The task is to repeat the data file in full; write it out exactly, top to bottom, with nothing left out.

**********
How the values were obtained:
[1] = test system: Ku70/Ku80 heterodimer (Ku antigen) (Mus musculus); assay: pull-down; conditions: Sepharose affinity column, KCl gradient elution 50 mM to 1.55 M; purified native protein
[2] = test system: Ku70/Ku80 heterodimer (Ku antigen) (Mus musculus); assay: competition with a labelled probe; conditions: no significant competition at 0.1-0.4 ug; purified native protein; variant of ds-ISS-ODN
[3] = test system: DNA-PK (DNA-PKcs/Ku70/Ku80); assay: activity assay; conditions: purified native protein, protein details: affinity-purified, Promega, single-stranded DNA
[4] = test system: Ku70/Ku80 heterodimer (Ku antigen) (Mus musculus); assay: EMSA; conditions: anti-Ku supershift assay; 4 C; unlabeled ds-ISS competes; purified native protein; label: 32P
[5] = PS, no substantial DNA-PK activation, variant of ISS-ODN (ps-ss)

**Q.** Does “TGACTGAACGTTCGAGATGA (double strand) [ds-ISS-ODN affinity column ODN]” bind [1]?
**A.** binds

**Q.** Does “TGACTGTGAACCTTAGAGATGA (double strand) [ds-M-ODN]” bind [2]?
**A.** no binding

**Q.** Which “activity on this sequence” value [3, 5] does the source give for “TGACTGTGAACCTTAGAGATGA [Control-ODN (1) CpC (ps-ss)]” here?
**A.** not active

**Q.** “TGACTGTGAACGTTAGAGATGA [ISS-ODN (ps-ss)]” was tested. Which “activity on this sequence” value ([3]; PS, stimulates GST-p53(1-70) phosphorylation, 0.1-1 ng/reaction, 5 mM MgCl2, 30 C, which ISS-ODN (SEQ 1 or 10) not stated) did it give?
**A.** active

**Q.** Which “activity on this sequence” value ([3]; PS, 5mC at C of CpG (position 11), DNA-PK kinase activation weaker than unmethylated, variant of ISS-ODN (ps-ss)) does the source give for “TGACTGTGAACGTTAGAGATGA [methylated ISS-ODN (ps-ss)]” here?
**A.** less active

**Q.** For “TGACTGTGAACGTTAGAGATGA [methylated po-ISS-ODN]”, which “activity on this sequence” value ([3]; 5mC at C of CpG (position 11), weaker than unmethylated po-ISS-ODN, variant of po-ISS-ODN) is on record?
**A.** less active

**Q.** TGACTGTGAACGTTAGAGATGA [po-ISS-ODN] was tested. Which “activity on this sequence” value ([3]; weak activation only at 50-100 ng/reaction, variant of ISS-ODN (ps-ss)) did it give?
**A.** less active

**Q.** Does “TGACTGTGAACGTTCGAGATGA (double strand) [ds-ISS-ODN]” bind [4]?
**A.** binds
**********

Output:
How the values were obtained:
[1] = test system: Ku70/Ku80 heterodimer (Ku antigen) (Mus musculus); assay: pull-down; conditions: Sepharose affinity column, KCl gradient elution 50 mM to 1.55 M; purified native protein
[2] = test system: Ku70/Ku80 heterodimer (Ku antigen) (Mus musculus); assay: competition with a labelled probe; conditions: no significant competition at 0.1-0.4 ug; purified native protein; variant of ds-ISS-ODN
[3] = test system: DNA-PK (DNA-PKcs/Ku70/Ku80); assay: activity assay; conditions: purified native protein, protein details: affinity-purified, Promega, single-stranded DNA
[4] = test system: Ku70/Ku80 heterodimer (Ku antigen) (Mus musculus); assay: EMSA; conditions: anti-Ku supershift assay; 4 C; unlabeled ds-ISS competes; purified native protein; label: 32P
[5] = PS, no substantial DNA-PK activation, variant of ISS-ODN (ps-ss)

**Q.** Does “TGACTGAACGTTCGAGATGA (double strand) [ds-ISS-ODN affinity column ODN]” bind [1]?
**A.** binds

**Q.** Does “TGACTGTGAACCTTAGAGATGA (double strand) [ds-M-ODN]” bind [2]?
**A.** no binding

**Q.** Which “activity on this sequence” value [3, 5] does the source give for “TGACTGTGAACCTTAGAGATGA [Control-ODN (1) CpC (ps-ss)]” here?
**A.** not active

**Q.** “TGACTGTGAACGTTAGAGATGA [ISS-ODN (ps-ss)]” was tested. Which “activity on this sequence” value ([3]; PS, stimulates GST-p53(1-70) phosphorylation, 0.1-1 ng/reaction, 5 mM MgCl2, 30 C, which ISS-ODN (SEQ 1 or 10) not stated) did it give?
**A.** active

**Q.** Which “activity on this sequence” value ([3]; PS, 5mC at C of CpG (position 11), DNA-PK kinase activation weaker than unmethylated, variant of ISS-ODN (ps-ss)) does the source give for “TGACTGTGAACGTTAGAGATGA [methylated ISS-ODN (ps-ss)]” here?
**A.** less active

**Q.** For “TGACTGTGAACGTTAGAGATGA [methylated po-ISS-ODN]”, which “activity on this sequence” value ([3]; 5mC at C of CpG (position 11), weaker than unmethylated po-ISS-ODN, variant of po-ISS-ODN) is on record?
**A.** less active

**Q.** TGACTGTGAACGTTAGAGATGA [po-ISS-ODN] was tested. Which “activity on this sequence” value ([3]; weak activation only at 50-100 ng/reaction, variant of ISS-ODN (ps-ss)) did it give?
**A.** less active

**Q.** Does “TGACTGTGAACGTTCGAGATGA (double strand) [ds-ISS-ODN]” bind [4]?
**A.** binds